The Jolie Effect
BRCA testing rates jumped nearly 40 percent after actress Angelina Jolie announced that she carried the gene mutation and opted for an elective double mastectomy.
A new study by AARP Public Policy Institute found that after Jolie announced she had the BRCA1 gene mutation in May 2013, the Google search rates for “BRCA” doubled and the testing rate for gene mutations climbed 40 percent, from an average of 350 tests per week to an average of 500 tests.
BRCA1 and BRCA2 gene mutations are the most common cause of hereditary breast cancer.
Women who have mutated BRCA1 or BRCA2 genes are seven times more likely to get breast cancer and 30 times more likely to get ovarian cancer than other women, according to the study.
The study also found the so-called “Jolie Effect” influenced the health behaviors of younger women and those without a history of cancer.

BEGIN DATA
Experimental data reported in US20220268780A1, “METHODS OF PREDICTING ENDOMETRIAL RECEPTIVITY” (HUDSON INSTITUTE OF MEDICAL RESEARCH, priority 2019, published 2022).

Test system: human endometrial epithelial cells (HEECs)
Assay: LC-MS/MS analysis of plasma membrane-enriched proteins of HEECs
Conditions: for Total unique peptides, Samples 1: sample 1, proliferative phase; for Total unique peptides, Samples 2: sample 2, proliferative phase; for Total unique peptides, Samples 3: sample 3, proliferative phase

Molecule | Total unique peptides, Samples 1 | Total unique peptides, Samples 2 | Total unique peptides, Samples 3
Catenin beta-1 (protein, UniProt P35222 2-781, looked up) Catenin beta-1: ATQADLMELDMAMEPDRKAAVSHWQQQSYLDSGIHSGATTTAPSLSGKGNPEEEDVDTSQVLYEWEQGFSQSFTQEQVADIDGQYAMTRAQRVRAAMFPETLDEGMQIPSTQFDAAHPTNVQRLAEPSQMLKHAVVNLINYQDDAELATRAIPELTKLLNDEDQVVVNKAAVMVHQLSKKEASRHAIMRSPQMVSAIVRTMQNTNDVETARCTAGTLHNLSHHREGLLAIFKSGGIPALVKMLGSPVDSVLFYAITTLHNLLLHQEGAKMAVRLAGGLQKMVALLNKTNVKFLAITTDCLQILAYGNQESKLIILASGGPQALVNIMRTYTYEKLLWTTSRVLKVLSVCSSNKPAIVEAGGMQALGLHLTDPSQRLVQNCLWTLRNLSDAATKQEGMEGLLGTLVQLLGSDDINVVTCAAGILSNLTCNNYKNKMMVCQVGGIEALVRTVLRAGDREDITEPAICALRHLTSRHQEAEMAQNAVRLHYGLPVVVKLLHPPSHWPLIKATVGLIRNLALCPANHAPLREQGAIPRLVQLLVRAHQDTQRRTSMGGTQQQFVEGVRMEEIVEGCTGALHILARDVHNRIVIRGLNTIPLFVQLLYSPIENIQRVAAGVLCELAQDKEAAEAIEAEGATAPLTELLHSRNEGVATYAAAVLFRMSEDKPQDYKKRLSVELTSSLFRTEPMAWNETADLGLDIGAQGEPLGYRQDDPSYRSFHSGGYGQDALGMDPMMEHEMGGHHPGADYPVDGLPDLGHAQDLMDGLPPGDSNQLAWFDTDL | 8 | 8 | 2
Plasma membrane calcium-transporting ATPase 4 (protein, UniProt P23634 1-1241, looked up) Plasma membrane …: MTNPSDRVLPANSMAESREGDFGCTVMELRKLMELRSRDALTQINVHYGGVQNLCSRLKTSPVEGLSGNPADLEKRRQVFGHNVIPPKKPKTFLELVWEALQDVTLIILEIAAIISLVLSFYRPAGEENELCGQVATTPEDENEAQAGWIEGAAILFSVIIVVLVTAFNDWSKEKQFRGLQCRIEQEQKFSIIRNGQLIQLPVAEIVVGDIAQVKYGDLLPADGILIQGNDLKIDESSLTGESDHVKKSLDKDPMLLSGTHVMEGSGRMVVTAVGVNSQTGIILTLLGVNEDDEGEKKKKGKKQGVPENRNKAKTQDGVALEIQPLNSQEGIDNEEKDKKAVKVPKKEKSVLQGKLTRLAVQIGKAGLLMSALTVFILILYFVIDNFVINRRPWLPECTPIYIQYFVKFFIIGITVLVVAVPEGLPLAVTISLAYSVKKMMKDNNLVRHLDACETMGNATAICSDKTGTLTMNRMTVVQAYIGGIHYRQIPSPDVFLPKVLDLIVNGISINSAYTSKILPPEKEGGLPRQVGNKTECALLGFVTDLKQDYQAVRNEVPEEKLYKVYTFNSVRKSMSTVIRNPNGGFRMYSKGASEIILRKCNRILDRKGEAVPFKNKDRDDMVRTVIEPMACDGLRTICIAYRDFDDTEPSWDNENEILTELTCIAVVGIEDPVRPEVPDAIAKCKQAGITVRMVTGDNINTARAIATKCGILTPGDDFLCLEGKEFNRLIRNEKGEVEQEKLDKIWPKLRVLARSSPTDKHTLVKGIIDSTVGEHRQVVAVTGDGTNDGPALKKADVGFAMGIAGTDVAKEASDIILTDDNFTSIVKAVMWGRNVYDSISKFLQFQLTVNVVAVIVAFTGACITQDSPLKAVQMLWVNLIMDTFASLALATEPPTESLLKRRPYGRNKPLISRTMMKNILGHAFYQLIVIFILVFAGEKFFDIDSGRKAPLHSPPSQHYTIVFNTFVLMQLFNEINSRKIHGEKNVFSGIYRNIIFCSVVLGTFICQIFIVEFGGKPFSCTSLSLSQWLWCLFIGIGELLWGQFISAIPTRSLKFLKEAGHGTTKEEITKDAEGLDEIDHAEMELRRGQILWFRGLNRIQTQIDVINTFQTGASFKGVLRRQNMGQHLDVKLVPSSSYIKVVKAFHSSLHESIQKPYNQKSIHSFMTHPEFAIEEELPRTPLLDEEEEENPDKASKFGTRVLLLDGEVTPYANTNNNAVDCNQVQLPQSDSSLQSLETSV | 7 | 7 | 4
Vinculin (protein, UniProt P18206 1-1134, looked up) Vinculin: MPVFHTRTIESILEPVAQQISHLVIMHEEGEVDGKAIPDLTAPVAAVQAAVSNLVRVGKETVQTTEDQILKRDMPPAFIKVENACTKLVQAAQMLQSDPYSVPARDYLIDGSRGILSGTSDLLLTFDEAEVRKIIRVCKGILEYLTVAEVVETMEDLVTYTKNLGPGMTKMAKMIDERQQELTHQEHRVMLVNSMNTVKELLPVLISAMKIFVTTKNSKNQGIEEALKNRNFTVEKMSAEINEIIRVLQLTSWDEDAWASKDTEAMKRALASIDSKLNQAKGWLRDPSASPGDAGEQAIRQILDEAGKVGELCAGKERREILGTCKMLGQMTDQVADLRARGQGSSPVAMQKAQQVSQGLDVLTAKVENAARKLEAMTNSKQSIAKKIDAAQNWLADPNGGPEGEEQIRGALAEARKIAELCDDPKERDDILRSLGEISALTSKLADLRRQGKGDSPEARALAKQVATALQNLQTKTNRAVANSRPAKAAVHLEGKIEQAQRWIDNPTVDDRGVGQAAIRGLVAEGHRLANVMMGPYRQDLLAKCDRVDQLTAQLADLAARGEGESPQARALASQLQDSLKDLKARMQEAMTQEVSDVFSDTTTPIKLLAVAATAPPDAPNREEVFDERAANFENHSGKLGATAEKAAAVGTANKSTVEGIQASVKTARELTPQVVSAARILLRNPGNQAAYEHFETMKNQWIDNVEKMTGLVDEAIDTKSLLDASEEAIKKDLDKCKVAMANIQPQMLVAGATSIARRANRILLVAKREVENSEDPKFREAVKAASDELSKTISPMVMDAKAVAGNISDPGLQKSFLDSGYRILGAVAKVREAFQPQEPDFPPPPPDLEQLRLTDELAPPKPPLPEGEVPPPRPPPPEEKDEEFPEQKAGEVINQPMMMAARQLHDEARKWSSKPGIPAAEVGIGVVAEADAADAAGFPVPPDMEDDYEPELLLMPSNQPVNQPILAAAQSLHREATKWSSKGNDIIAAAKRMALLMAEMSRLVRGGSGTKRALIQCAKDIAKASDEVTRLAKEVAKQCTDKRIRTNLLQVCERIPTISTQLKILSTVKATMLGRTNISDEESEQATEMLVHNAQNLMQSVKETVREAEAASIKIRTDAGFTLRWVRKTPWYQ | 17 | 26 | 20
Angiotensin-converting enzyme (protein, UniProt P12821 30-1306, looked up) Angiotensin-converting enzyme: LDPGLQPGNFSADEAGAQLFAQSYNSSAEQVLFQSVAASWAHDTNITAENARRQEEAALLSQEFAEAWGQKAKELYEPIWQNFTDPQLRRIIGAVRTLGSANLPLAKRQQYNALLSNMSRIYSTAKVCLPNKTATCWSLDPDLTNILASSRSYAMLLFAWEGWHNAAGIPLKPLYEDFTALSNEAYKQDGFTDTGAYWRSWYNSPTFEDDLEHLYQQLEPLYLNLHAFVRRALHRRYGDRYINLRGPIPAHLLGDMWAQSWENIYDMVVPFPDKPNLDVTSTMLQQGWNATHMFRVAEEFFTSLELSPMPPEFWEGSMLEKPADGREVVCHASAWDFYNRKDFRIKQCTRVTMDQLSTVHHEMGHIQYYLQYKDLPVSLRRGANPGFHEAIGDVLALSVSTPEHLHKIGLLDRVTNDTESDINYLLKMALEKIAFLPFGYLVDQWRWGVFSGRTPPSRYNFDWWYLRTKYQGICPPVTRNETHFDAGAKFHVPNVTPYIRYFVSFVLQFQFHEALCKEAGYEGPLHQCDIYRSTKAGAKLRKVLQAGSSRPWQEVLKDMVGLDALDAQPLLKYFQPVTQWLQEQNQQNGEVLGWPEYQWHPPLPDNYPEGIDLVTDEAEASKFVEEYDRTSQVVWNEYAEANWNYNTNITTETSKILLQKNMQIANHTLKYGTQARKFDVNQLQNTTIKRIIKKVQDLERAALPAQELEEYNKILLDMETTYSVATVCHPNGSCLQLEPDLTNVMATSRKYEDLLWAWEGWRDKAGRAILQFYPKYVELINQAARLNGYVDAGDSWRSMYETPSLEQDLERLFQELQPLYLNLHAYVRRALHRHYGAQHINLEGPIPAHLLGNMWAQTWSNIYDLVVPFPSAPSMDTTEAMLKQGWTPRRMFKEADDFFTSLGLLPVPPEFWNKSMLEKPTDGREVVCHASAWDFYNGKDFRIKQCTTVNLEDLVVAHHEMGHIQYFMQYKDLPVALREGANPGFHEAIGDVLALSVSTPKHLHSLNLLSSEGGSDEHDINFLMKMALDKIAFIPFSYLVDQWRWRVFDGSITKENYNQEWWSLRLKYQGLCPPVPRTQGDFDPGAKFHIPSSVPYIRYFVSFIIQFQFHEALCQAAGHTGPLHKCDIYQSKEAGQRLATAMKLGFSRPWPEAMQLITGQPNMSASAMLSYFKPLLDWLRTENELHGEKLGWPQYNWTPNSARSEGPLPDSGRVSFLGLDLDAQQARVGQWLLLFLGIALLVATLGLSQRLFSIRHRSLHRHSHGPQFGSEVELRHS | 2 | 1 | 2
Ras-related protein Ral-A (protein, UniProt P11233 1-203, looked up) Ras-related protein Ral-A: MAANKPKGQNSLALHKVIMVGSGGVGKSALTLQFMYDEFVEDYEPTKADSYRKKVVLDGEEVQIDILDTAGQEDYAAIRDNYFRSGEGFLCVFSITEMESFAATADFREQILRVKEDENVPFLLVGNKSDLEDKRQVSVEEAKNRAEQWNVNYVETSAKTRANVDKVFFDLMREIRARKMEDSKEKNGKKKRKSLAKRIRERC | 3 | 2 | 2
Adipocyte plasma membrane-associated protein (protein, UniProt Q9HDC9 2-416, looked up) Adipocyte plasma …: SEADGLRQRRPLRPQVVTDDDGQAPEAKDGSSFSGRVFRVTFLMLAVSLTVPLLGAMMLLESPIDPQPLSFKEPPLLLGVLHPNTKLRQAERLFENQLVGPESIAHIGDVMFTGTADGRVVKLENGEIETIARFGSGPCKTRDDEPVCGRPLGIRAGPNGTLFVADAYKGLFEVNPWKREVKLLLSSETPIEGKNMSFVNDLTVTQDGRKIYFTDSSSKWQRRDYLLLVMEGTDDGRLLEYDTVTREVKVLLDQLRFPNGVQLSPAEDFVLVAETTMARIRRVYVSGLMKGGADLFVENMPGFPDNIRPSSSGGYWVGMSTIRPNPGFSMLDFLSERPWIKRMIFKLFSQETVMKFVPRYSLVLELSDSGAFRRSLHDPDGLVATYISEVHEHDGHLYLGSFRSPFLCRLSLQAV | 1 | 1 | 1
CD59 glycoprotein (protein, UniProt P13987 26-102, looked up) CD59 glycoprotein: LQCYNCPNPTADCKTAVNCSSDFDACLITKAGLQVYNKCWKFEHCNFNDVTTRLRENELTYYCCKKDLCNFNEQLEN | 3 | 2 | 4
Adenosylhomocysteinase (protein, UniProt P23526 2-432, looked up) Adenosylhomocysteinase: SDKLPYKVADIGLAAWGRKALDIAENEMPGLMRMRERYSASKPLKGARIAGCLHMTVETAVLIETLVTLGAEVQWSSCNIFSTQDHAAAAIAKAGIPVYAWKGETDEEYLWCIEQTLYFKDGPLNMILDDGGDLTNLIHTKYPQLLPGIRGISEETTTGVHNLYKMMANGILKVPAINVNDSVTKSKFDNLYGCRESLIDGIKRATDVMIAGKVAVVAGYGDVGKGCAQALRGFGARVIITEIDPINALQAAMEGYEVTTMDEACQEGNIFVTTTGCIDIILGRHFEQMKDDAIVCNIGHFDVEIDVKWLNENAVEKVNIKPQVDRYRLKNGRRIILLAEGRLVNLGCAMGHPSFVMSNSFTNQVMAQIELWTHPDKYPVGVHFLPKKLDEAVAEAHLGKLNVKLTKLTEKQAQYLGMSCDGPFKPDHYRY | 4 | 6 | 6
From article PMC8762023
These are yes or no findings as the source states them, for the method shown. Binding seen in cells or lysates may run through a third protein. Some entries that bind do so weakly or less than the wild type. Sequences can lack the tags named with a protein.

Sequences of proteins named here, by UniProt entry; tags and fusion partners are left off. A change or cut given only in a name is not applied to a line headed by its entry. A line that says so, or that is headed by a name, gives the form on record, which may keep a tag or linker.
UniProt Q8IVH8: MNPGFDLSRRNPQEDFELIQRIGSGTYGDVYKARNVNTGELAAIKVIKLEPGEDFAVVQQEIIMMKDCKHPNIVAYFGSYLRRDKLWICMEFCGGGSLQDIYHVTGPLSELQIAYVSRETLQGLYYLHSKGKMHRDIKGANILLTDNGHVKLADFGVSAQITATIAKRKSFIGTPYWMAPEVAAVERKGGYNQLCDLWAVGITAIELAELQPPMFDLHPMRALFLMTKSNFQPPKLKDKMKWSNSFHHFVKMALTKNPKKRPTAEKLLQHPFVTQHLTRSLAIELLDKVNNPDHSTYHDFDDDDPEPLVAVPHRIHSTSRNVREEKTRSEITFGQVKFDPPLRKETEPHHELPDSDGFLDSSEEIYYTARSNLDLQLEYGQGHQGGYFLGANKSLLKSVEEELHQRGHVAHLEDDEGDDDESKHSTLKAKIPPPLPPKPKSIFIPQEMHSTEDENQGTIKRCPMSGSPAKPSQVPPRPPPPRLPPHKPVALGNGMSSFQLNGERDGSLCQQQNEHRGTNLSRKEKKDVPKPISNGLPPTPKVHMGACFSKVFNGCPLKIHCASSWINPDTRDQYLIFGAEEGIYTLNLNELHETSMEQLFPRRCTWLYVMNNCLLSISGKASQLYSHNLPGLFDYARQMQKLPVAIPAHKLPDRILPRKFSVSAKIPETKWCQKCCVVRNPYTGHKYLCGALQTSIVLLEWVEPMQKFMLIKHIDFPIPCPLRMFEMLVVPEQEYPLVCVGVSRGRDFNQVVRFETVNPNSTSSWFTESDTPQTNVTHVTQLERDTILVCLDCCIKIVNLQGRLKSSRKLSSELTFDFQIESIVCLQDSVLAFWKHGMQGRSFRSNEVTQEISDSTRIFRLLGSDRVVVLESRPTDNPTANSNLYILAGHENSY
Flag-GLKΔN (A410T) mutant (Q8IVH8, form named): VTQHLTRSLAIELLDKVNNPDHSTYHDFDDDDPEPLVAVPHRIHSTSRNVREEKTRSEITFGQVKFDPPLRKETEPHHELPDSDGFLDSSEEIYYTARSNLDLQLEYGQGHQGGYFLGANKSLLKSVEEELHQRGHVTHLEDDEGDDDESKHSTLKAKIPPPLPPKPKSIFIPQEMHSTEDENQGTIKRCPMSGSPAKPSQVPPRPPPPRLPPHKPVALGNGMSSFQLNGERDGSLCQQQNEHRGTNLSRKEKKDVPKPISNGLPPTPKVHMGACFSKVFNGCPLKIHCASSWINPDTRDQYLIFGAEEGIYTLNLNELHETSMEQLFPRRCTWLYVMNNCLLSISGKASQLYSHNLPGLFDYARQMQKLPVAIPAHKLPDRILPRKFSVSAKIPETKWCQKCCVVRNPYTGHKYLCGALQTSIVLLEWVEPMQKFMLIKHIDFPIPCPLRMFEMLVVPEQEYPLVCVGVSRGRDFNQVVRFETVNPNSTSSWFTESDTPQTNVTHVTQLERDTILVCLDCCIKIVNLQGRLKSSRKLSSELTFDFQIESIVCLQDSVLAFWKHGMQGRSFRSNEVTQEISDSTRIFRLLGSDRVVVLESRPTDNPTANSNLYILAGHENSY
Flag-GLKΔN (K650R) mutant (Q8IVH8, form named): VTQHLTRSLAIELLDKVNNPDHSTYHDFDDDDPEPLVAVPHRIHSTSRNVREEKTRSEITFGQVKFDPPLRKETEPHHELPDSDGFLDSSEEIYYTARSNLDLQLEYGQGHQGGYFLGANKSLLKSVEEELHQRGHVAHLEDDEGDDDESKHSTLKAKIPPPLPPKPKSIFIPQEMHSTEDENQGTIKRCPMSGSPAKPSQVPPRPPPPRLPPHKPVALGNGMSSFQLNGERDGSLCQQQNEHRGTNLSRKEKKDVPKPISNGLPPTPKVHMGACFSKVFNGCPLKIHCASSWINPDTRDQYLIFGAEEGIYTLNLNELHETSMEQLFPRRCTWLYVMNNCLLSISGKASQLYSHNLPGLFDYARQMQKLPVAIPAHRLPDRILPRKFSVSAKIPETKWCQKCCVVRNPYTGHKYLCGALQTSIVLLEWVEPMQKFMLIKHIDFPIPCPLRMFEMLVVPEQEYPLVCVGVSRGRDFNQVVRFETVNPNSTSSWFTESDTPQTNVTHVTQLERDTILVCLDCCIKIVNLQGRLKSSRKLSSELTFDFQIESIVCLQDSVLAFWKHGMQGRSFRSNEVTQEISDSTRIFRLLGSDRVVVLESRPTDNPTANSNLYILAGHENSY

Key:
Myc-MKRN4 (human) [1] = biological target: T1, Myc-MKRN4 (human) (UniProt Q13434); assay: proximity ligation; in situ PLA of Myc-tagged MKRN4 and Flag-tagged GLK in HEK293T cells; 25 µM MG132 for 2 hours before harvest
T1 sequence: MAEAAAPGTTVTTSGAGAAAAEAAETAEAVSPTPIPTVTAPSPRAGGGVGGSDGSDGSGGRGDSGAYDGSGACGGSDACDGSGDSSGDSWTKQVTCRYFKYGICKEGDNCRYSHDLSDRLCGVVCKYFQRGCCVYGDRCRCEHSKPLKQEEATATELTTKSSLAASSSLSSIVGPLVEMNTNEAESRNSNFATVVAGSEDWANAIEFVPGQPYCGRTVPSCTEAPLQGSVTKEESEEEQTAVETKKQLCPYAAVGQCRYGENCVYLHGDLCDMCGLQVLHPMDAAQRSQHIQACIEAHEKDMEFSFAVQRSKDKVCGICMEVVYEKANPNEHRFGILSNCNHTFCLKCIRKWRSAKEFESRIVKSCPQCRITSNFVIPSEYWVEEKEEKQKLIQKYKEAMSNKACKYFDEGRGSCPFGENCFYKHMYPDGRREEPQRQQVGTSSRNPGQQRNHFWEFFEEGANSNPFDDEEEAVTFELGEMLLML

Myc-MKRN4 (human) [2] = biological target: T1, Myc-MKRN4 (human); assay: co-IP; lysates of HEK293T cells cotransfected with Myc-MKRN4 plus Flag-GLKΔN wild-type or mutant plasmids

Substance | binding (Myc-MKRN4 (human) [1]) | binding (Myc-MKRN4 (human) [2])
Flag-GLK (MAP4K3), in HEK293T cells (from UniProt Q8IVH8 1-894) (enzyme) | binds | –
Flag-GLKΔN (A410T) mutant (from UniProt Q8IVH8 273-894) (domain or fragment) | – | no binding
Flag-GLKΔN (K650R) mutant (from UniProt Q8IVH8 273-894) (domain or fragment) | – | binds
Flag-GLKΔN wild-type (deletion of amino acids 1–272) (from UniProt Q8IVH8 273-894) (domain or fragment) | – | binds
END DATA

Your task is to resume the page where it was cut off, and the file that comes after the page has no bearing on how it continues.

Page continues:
Prior to Jolie’s announcement, women with a cancer diagnosis had more BRCA tests than women who didn’t. During the week of her announcement, though, the increase in testing among women who did not have a cancer diagnosis was nearly twice that of women with a diagnosis, according to the study.
The number of women without a previous cancer diagnosis who underwent BRCA testing increased 53 percent after the announcement. The number of women with a previous ovarian, breast or pancreatic cancer diagnosis who sought BRCA testing increased by 26 percent, according to the study.
Women ages 50 to 64 had the highest BRCA testing increase rate (44 percent), followed by women ages 35 to 49 (40 percent), according to the study.